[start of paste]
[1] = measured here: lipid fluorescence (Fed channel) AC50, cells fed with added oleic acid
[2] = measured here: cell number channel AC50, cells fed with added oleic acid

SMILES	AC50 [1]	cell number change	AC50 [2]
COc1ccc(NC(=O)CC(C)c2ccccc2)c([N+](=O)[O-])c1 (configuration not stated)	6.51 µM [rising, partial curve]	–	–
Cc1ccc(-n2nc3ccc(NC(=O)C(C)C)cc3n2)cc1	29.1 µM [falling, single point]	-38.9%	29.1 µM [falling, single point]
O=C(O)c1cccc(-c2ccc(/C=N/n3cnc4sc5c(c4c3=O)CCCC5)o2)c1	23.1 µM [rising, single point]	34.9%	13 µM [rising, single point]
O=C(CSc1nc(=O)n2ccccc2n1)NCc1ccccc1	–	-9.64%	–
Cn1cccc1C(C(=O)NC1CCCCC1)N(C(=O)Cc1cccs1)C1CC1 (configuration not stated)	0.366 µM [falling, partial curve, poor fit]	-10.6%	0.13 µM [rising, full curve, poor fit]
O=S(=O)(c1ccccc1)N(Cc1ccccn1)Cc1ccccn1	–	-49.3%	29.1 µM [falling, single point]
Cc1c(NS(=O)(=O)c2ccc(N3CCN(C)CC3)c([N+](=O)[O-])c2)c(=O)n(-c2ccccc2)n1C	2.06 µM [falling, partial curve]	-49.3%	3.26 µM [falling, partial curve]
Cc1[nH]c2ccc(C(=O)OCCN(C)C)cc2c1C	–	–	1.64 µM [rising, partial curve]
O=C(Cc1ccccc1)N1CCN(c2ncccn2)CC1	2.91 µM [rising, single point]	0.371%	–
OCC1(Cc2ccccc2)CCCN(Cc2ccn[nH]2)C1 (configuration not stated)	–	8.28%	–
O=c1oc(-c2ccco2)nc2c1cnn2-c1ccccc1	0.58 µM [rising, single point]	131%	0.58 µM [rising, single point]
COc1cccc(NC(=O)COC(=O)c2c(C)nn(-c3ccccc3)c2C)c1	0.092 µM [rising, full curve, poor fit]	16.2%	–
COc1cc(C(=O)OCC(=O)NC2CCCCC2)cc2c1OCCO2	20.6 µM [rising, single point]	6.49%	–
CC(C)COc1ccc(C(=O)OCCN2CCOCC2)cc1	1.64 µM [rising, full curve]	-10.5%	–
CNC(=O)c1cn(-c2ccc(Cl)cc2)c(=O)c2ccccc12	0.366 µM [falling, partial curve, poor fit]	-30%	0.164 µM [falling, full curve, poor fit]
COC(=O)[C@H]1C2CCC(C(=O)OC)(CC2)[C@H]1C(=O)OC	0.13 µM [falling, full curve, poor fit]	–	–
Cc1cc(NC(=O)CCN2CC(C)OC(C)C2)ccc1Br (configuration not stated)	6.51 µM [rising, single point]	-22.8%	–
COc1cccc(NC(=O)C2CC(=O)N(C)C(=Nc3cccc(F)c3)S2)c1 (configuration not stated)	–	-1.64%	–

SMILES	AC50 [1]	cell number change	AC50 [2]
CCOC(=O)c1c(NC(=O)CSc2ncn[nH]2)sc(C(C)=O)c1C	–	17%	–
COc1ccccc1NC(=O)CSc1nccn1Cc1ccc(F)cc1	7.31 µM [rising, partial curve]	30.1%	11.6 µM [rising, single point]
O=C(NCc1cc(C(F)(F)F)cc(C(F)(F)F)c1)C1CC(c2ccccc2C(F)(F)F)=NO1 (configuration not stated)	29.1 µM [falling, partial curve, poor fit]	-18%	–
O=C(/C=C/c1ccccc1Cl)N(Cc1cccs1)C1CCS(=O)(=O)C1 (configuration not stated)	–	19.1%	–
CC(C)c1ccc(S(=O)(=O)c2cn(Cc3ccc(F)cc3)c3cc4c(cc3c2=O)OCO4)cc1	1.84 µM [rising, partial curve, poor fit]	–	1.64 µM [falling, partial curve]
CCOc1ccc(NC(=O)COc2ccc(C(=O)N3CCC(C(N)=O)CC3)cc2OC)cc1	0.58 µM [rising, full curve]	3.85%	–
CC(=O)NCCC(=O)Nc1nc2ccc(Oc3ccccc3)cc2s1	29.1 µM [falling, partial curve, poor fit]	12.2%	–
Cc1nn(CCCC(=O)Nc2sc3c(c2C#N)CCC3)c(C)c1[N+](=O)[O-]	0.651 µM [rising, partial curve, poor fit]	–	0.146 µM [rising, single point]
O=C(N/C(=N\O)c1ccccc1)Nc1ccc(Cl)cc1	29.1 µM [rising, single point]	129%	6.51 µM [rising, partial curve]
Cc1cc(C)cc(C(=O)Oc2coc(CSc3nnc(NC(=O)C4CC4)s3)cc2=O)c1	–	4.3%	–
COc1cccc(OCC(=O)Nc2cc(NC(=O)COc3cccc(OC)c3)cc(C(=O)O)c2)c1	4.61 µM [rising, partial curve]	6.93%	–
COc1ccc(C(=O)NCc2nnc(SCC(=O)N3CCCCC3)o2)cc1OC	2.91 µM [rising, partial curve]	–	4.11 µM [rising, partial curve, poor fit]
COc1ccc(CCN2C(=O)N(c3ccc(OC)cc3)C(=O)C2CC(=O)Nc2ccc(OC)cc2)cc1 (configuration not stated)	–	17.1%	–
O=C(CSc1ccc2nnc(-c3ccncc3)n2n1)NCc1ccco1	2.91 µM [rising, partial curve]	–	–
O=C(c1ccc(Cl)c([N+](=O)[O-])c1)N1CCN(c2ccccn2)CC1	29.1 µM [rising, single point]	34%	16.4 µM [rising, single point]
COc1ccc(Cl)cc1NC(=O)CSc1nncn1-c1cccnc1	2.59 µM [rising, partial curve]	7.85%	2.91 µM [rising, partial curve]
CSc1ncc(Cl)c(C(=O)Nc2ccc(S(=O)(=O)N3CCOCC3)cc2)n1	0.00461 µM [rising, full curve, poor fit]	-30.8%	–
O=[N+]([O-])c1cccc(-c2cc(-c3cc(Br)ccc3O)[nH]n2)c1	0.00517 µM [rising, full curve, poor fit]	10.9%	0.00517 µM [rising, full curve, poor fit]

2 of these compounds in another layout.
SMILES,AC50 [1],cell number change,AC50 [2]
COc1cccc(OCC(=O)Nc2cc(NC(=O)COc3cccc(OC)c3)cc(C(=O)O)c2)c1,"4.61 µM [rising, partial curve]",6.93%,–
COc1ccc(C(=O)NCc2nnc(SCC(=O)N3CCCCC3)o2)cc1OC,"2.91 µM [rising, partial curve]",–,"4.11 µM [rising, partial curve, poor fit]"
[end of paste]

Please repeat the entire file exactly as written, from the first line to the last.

[1] = measured here: lipid fluorescence (Fed channel) AC50, cells fed with added oleic acid
[2] = measured here: cell number channel AC50, cells fed with added oleic acid

SMILES	AC50 [1]	cell number change	AC50 [2]
COc1ccc(NC(=O)CC(C)c2ccccc2)c([N+](=O)[O-])c1 (configuration not stated)	6.51 µM [rising, partial curve]	–	–
Cc1ccc(-n2nc3ccc(NC(=O)C(C)C)cc3n2)cc1	29.1 µM [falling, single point]	-38.9%	29.1 µM [falling, single point]
O=C(O)c1cccc(-c2ccc(/C=N/n3cnc4sc5c(c4c3=O)CCCC5)o2)c1	23.1 µM [rising, single point]	34.9%	13 µM [rising, single point]
O=C(CSc1nc(=O)n2ccccc2n1)NCc1ccccc1	–	-9.64%	–
Cn1cccc1C(C(=O)NC1CCCCC1)N(C(=O)Cc1cccs1)C1CC1 (configuration not stated)	0.366 µM [falling, partial curve, poor fit]	-10.6%	0.13 µM [rising, full curve, poor fit]
O=S(=O)(c1ccccc1)N(Cc1ccccn1)Cc1ccccn1	–	-49.3%	29.1 µM [falling, single point]
Cc1c(NS(=O)(=O)c2ccc(N3CCN(C)CC3)c([N+](=O)[O-])c2)c(=O)n(-c2ccccc2)n1C	2.06 µM [falling, partial curve]	-49.3%	3.26 µM [falling, partial curve]
Cc1[nH]c2ccc(C(=O)OCCN(C)C)cc2c1C	–	–	1.64 µM [rising, partial curve]
O=C(Cc1ccccc1)N1CCN(c2ncccn2)CC1	2.91 µM [rising, single point]	0.371%	–
OCC1(Cc2ccccc2)CCCN(Cc2ccn[nH]2)C1 (configuration not stated)	–	8.28%	–
O=c1oc(-c2ccco2)nc2c1cnn2-c1ccccc1	0.58 µM [rising, single point]	131%	0.58 µM [rising, single point]
COc1cccc(NC(=O)COC(=O)c2c(C)nn(-c3ccccc3)c2C)c1	0.092 µM [rising, full curve, poor fit]	16.2%	–
COc1cc(C(=O)OCC(=O)NC2CCCCC2)cc2c1OCCO2	20.6 µM [rising, single point]	6.49%	–
CC(C)COc1ccc(C(=O)OCCN2CCOCC2)cc1	1.64 µM [rising, full curve]	-10.5%	–
CNC(=O)c1cn(-c2ccc(Cl)cc2)c(=O)c2ccccc12	0.366 µM [falling, partial curve, poor fit]	-30%	0.164 µM [falling, full curve, poor fit]
COC(=O)[C@H]1C2CCC(C(=O)OC)(CC2)[C@H]1C(=O)OC	0.13 µM [falling, full curve, poor fit]	–	–
Cc1cc(NC(=O)CCN2CC(C)OC(C)C2)ccc1Br (configuration not stated)	6.51 µM [rising, single point]	-22.8%	–
COc1cccc(NC(=O)C2CC(=O)N(C)C(=Nc3cccc(F)c3)S2)c1 (configuration not stated)	–	-1.64%	–

SMILES	AC50 [1]	cell number change	AC50 [2]
CCOC(=O)c1c(NC(=O)CSc2ncn[nH]2)sc(C(C)=O)c1C	–	17%	–
COc1ccccc1NC(=O)CSc1nccn1Cc1ccc(F)cc1	7.31 µM [rising, partial curve]	30.1%	11.6 µM [rising, single point]
O=C(NCc1cc(C(F)(F)F)cc(C(F)(F)F)c1)C1CC(c2ccccc2C(F)(F)F)=NO1 (configuration not stated)	29.1 µM [falling, partial curve, poor fit]	-18%	–
O=C(/C=C/c1ccccc1Cl)N(Cc1cccs1)C1CCS(=O)(=O)C1 (configuration not stated)	–	19.1%	–
CC(C)c1ccc(S(=O)(=O)c2cn(Cc3ccc(F)cc3)c3cc4c(cc3c2=O)OCO4)cc1	1.84 µM [rising, partial curve, poor fit]	–	1.64 µM [falling, partial curve]
CCOc1ccc(NC(=O)COc2ccc(C(=O)N3CCC(C(N)=O)CC3)cc2OC)cc1	0.58 µM [rising, full curve]	3.85%	–
CC(=O)NCCC(=O)Nc1nc2ccc(Oc3ccccc3)cc2s1	29.1 µM [falling, partial curve, poor fit]	12.2%	–
Cc1nn(CCCC(=O)Nc2sc3c(c2C#N)CCC3)c(C)c1[N+](=O)[O-]	0.651 µM [rising, partial curve, poor fit]	–	0.146 µM [rising, single point]
O=C(N/C(=N\O)c1ccccc1)Nc1ccc(Cl)cc1	29.1 µM [rising, single point]	129%	6.51 µM [rising, partial curve]
Cc1cc(C)cc(C(=O)Oc2coc(CSc3nnc(NC(=O)C4CC4)s3)cc2=O)c1	–	4.3%	–
COc1cccc(OCC(=O)Nc2cc(NC(=O)COc3cccc(OC)c3)cc(C(=O)O)c2)c1	4.61 µM [rising, partial curve]	6.93%	–
COc1ccc(C(=O)NCc2nnc(SCC(=O)N3CCCCC3)o2)cc1OC	2.91 µM [rising, partial curve]	–	4.11 µM [rising, partial curve, poor fit]
COc1ccc(CCN2C(=O)N(c3ccc(OC)cc3)C(=O)C2CC(=O)Nc2ccc(OC)cc2)cc1 (configuration not stated)	–	17.1%	–
O=C(CSc1ccc2nnc(-c3ccncc3)n2n1)NCc1ccco1	2.91 µM [rising, partial curve]	–	–
O=C(c1ccc(Cl)c([N+](=O)[O-])c1)N1CCN(c2ccccn2)CC1	29.1 µM [rising, single point]	34%	16.4 µM [rising, single point]
COc1ccc(Cl)cc1NC(=O)CSc1nncn1-c1cccnc1	2.59 µM [rising, partial curve]	7.85%	2.91 µM [rising, partial curve]
CSc1ncc(Cl)c(C(=O)Nc2ccc(S(=O)(=O)N3CCOCC3)cc2)n1	0.00461 µM [rising, full curve, poor fit]	-30.8%	–
O=[N+]([O-])c1cccc(-c2cc(-c3cc(Br)ccc3O)[nH]n2)c1	0.00517 µM [rising, full curve, poor fit]	10.9%	0.00517 µM [rising, full curve, poor fit]

2 of these compounds in another layout.
SMILES,AC50 [1],cell number change,AC50 [2]
COc1cccc(OCC(=O)Nc2cc(NC(=O)COc3cccc(OC)c3)cc(C(=O)O)c2)c1,"4.61 µM [rising, partial curve]",6.93%,–
COc1ccc(C(=O)NCc2nnc(SCC(=O)N3CCCCC3)o2)cc1OC,"2.91 µM [rising, partial curve]",–,"4.11 µM [rising, partial curve, poor fit]"